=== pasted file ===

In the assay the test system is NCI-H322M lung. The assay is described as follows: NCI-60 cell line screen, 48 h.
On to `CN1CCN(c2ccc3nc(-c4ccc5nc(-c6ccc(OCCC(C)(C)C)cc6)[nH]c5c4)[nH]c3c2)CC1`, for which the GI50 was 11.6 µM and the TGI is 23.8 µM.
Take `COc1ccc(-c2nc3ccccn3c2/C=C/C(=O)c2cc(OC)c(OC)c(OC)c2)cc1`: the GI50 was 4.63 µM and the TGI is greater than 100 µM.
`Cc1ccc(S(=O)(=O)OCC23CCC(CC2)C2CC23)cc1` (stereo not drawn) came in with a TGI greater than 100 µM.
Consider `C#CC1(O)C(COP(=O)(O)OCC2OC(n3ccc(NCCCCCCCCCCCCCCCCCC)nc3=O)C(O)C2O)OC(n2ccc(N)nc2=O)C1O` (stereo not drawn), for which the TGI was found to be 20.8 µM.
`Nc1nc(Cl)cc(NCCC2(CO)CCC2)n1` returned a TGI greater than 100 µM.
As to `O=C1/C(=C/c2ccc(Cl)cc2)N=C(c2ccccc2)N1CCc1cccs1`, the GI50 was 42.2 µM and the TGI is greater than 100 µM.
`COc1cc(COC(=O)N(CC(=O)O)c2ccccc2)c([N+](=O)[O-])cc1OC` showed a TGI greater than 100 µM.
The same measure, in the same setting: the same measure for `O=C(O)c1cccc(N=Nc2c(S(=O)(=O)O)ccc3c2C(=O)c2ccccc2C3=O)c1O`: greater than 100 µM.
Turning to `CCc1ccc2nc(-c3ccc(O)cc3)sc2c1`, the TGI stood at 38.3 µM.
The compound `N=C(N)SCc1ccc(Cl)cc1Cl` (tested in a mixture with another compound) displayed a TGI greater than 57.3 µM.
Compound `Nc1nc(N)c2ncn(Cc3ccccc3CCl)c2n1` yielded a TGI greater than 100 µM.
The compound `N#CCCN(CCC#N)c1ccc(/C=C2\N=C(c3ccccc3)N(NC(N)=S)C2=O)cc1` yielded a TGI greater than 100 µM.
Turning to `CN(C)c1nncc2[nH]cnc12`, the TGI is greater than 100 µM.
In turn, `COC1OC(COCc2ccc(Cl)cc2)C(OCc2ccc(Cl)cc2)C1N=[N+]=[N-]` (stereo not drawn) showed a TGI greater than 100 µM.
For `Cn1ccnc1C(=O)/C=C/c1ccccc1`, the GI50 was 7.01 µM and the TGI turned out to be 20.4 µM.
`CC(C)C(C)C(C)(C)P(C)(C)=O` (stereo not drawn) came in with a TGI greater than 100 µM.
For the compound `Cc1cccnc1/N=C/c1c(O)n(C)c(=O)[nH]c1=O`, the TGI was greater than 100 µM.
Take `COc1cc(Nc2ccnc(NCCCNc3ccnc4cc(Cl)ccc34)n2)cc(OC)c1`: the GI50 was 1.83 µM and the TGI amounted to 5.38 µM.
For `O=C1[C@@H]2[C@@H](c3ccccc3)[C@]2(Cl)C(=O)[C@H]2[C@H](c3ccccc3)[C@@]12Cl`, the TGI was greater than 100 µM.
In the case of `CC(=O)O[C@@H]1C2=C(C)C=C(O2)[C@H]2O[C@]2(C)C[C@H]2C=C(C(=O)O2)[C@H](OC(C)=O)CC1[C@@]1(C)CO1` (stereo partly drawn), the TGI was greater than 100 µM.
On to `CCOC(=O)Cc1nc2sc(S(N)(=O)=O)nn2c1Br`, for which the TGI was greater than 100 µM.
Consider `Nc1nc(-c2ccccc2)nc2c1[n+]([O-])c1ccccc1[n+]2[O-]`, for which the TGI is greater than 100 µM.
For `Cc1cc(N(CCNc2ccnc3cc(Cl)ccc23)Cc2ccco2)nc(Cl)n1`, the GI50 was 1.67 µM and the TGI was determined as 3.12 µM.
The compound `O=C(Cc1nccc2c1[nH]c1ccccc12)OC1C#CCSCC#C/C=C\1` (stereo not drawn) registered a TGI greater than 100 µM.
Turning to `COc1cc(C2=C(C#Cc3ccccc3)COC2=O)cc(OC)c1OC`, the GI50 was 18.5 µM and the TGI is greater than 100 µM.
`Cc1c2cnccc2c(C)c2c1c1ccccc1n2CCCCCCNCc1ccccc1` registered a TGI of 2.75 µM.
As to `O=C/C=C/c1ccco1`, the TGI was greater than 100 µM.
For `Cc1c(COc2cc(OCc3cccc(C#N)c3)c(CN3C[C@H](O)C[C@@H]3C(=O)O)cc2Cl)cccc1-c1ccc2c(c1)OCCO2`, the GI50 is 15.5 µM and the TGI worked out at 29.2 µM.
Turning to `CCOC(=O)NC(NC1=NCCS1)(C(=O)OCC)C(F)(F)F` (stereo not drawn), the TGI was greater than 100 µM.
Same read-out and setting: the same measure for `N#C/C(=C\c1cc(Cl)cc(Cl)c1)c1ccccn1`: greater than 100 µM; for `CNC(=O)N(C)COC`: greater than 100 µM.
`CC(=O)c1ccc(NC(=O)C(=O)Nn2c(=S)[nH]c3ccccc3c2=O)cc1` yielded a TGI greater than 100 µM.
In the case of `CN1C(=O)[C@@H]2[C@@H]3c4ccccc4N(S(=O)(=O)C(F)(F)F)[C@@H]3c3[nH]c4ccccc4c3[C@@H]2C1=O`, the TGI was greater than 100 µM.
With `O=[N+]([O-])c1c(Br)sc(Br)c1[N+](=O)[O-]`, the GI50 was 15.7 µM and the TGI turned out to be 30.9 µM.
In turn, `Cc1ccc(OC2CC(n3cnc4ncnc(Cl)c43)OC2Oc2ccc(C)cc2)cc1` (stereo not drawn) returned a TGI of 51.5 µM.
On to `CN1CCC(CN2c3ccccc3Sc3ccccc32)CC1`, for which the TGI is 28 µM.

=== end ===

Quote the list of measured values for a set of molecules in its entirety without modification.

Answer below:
In the assay the test system is NCI-H322M lung. The assay is described as follows: NCI-60 cell line screen, 48 h.
On to `CN1CCN(c2ccc3nc(-c4ccc5nc(-c6ccc(OCCC(C)(C)C)cc6)[nH]c5c4)[nH]c3c2)CC1`, for which the GI50 was 11.6 µM and the TGI is 23.8 µM.
Take `COc1ccc(-c2nc3ccccn3c2/C=C/C(=O)c2cc(OC)c(OC)c(OC)c2)cc1`: the GI50 was 4.63 µM and the TGI is greater than 100 µM.
`Cc1ccc(S(=O)(=O)OCC23CCC(CC2)C2CC23)cc1` (stereo not drawn) came in with a TGI greater than 100 µM.
Consider `C#CC1(O)C(COP(=O)(O)OCC2OC(n3ccc(NCCCCCCCCCCCCCCCCCC)nc3=O)C(O)C2O)OC(n2ccc(N)nc2=O)C1O` (stereo not drawn), for which the TGI was found to be 20.8 µM.
`Nc1nc(Cl)cc(NCCC2(CO)CCC2)n1` returned a TGI greater than 100 µM.
As to `O=C1/C(=C/c2ccc(Cl)cc2)N=C(c2ccccc2)N1CCc1cccs1`, the GI50 was 42.2 µM and the TGI is greater than 100 µM.
`COc1cc(COC(=O)N(CC(=O)O)c2ccccc2)c([N+](=O)[O-])cc1OC` showed a TGI greater than 100 µM.
The same measure, in the same setting: the same measure for `O=C(O)c1cccc(N=Nc2c(S(=O)(=O)O)ccc3c2C(=O)c2ccccc2C3=O)c1O`: greater than 100 µM.
Turning to `CCc1ccc2nc(-c3ccc(O)cc3)sc2c1`, the TGI stood at 38.3 µM.
The compound `N=C(N)SCc1ccc(Cl)cc1Cl` (tested in a mixture with another compound) displayed a TGI greater than 57.3 µM.
Compound `Nc1nc(N)c2ncn(Cc3ccccc3CCl)c2n1` yielded a TGI greater than 100 µM.
The compound `N#CCCN(CCC#N)c1ccc(/C=C2\N=C(c3ccccc3)N(NC(N)=S)C2=O)cc1` yielded a TGI greater than 100 µM.
Turning to `CN(C)c1nncc2[nH]cnc12`, the TGI is greater than 100 µM.
In turn, `COC1OC(COCc2ccc(Cl)cc2)C(OCc2ccc(Cl)cc2)C1N=[N+]=[N-]` (stereo not drawn) showed a TGI greater than 100 µM.
For `Cn1ccnc1C(=O)/C=C/c1ccccc1`, the GI50 was 7.01 µM and the TGI turned out to be 20.4 µM.
`CC(C)C(C)C(C)(C)P(C)(C)=O` (stereo not drawn) came in with a TGI greater than 100 µM.
For the compound `Cc1cccnc1/N=C/c1c(O)n(C)c(=O)[nH]c1=O`, the TGI was greater than 100 µM.
Take `COc1cc(Nc2ccnc(NCCCNc3ccnc4cc(Cl)ccc34)n2)cc(OC)c1`: the GI50 was 1.83 µM and the TGI amounted to 5.38 µM.
For `O=C1[C@@H]2[C@@H](c3ccccc3)[C@]2(Cl)C(=O)[C@H]2[C@H](c3ccccc3)[C@@]12Cl`, the TGI was greater than 100 µM.
In the case of `CC(=O)O[C@@H]1C2=C(C)C=C(O2)[C@H]2O[C@]2(C)C[C@H]2C=C(C(=O)O2)[C@H](OC(C)=O)CC1[C@@]1(C)CO1` (stereo partly drawn), the TGI was greater than 100 µM.
On to `CCOC(=O)Cc1nc2sc(S(N)(=O)=O)nn2c1Br`, for which the TGI was greater than 100 µM.
Consider `Nc1nc(-c2ccccc2)nc2c1[n+]([O-])c1ccccc1[n+]2[O-]`, for which the TGI is greater than 100 µM.
For `Cc1cc(N(CCNc2ccnc3cc(Cl)ccc23)Cc2ccco2)nc(Cl)n1`, the GI50 was 1.67 µM and the TGI was determined as 3.12 µM.
The compound `O=C(Cc1nccc2c1[nH]c1ccccc12)OC1C#CCSCC#C/C=C\1` (stereo not drawn) registered a TGI greater than 100 µM.
Turning to `COc1cc(C2=C(C#Cc3ccccc3)COC2=O)cc(OC)c1OC`, the GI50 was 18.5 µM and the TGI is greater than 100 µM.
`Cc1c2cnccc2c(C)c2c1c1ccccc1n2CCCCCCNCc1ccccc1` registered a TGI of 2.75 µM.
As to `O=C/C=C/c1ccco1`, the TGI was greater than 100 µM.
For `Cc1c(COc2cc(OCc3cccc(C#N)c3)c(CN3C[C@H](O)C[C@@H]3C(=O)O)cc2Cl)cccc1-c1ccc2c(c1)OCCO2`, the GI50 is 15.5 µM and the TGI worked out at 29.2 µM.
Turning to `CCOC(=O)NC(NC1=NCCS1)(C(=O)OCC)C(F)(F)F` (stereo not drawn), the TGI was greater than 100 µM.
Same read-out and setting: the same measure for `N#C/C(=C\c1cc(Cl)cc(Cl)c1)c1ccccn1`: greater than 100 µM; for `CNC(=O)N(C)COC`: greater than 100 µM.
`CC(=O)c1ccc(NC(=O)C(=O)Nn2c(=S)[nH]c3ccccc3c2=O)cc1` yielded a TGI greater than 100 µM.
In the case of `CN1C(=O)[C@@H]2[C@@H]3c4ccccc4N(S(=O)(=O)C(F)(F)F)[C@@H]3c3[nH]c4ccccc4c3[C@@H]2C1=O`, the TGI was greater than 100 µM.
With `O=[N+]([O-])c1c(Br)sc(Br)c1[N+](=O)[O-]`, the GI50 was 15.7 µM and the TGI turned out to be 30.9 µM.
In turn, `Cc1ccc(OC2CC(n3cnc4ncnc(Cl)c43)OC2Oc2ccc(C)cc2)cc1` (stereo not drawn) returned a TGI of 51.5 µM.
On to `CN1CCC(CN2c3ccccc3Sc3ccccc32)CC1`, for which the TGI is 28 µM.